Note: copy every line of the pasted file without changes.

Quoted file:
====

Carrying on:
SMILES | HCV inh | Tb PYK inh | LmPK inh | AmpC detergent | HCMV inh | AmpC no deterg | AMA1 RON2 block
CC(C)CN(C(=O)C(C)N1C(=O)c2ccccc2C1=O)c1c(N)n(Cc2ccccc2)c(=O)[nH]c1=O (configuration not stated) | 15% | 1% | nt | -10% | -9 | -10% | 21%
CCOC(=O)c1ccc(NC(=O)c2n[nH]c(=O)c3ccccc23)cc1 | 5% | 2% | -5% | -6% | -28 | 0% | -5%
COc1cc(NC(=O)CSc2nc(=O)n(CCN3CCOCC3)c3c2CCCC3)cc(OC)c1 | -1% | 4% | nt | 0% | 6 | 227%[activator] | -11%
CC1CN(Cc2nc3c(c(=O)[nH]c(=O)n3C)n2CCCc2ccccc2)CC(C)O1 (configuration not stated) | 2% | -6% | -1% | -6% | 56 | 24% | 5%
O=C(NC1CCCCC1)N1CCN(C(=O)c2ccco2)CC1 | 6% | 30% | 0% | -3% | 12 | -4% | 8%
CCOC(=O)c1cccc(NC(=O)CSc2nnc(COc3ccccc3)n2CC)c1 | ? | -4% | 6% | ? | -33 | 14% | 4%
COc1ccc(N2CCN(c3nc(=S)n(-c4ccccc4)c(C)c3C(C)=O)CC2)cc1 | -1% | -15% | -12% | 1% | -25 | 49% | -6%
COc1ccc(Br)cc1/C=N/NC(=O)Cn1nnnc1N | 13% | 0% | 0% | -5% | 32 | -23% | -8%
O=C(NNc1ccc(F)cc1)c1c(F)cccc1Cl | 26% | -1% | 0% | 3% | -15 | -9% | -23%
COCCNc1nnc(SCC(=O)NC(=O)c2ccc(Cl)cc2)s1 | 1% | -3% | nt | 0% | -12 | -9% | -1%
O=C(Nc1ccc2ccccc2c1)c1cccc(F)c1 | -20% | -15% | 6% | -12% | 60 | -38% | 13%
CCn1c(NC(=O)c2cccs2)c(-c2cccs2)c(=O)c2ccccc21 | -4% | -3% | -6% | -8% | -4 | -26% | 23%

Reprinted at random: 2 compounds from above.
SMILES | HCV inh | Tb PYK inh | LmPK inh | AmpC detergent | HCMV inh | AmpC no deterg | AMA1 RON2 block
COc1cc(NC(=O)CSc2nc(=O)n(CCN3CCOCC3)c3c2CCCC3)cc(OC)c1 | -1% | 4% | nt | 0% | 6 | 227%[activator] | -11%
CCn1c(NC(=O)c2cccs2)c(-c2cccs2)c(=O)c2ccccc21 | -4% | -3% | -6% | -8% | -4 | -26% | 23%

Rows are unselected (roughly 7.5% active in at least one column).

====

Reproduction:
Carrying on:
SMILES | HCV inh | Tb PYK inh | LmPK inh | AmpC detergent | HCMV inh | AmpC no deterg | AMA1 RON2 block
CC(C)CN(C(=O)C(C)N1C(=O)c2ccccc2C1=O)c1c(N)n(Cc2ccccc2)c(=O)[nH]c1=O (configuration not stated) | 15% | 1% | nt | -10% | -9 | -10% | 21%
CCOC(=O)c1ccc(NC(=O)c2n[nH]c(=O)c3ccccc23)cc1 | 5% | 2% | -5% | -6% | -28 | 0% | -5%
COc1cc(NC(=O)CSc2nc(=O)n(CCN3CCOCC3)c3c2CCCC3)cc(OC)c1 | -1% | 4% | nt | 0% | 6 | 227%[activator] | -11%
CC1CN(Cc2nc3c(c(=O)[nH]c(=O)n3C)n2CCCc2ccccc2)CC(C)O1 (configuration not stated) | 2% | -6% | -1% | -6% | 56 | 24% | 5%
O=C(NC1CCCCC1)N1CCN(C(=O)c2ccco2)CC1 | 6% | 30% | 0% | -3% | 12 | -4% | 8%
CCOC(=O)c1cccc(NC(=O)CSc2nnc(COc3ccccc3)n2CC)c1 | ? | -4% | 6% | ? | -33 | 14% | 4%
COc1ccc(N2CCN(c3nc(=S)n(-c4ccccc4)c(C)c3C(C)=O)CC2)cc1 | -1% | -15% | -12% | 1% | -25 | 49% | -6%
COc1ccc(Br)cc1/C=N/NC(=O)Cn1nnnc1N | 13% | 0% | 0% | -5% | 32 | -23% | -8%
O=C(NNc1ccc(F)cc1)c1c(F)cccc1Cl | 26% | -1% | 0% | 3% | -15 | -9% | -23%
COCCNc1nnc(SCC(=O)NC(=O)c2ccc(Cl)cc2)s1 | 1% | -3% | nt | 0% | -12 | -9% | -1%
O=C(Nc1ccc2ccccc2c1)c1cccc(F)c1 | -20% | -15% | 6% | -12% | 60 | -38% | 13%
CCn1c(NC(=O)c2cccs2)c(-c2cccs2)c(=O)c2ccccc21 | -4% | -3% | -6% | -8% | -4 | -26% | 23%

Reprinted at random: 2 compounds from above.
SMILES | HCV inh | Tb PYK inh | LmPK inh | AmpC detergent | HCMV inh | AmpC no deterg | AMA1 RON2 block
COc1cc(NC(=O)CSc2nc(=O)n(CCN3CCOCC3)c3c2CCCC3)cc(OC)c1 | -1% | 4% | nt | 0% | 6 | 227%[activator] | -11%
CCn1c(NC(=O)c2cccs2)c(-c2cccs2)c(=O)c2ccccc21 | -4% | -3% | -6% | -8% | -4 | -26% | 23%

Rows are unselected (roughly 7.5% active in at least one column).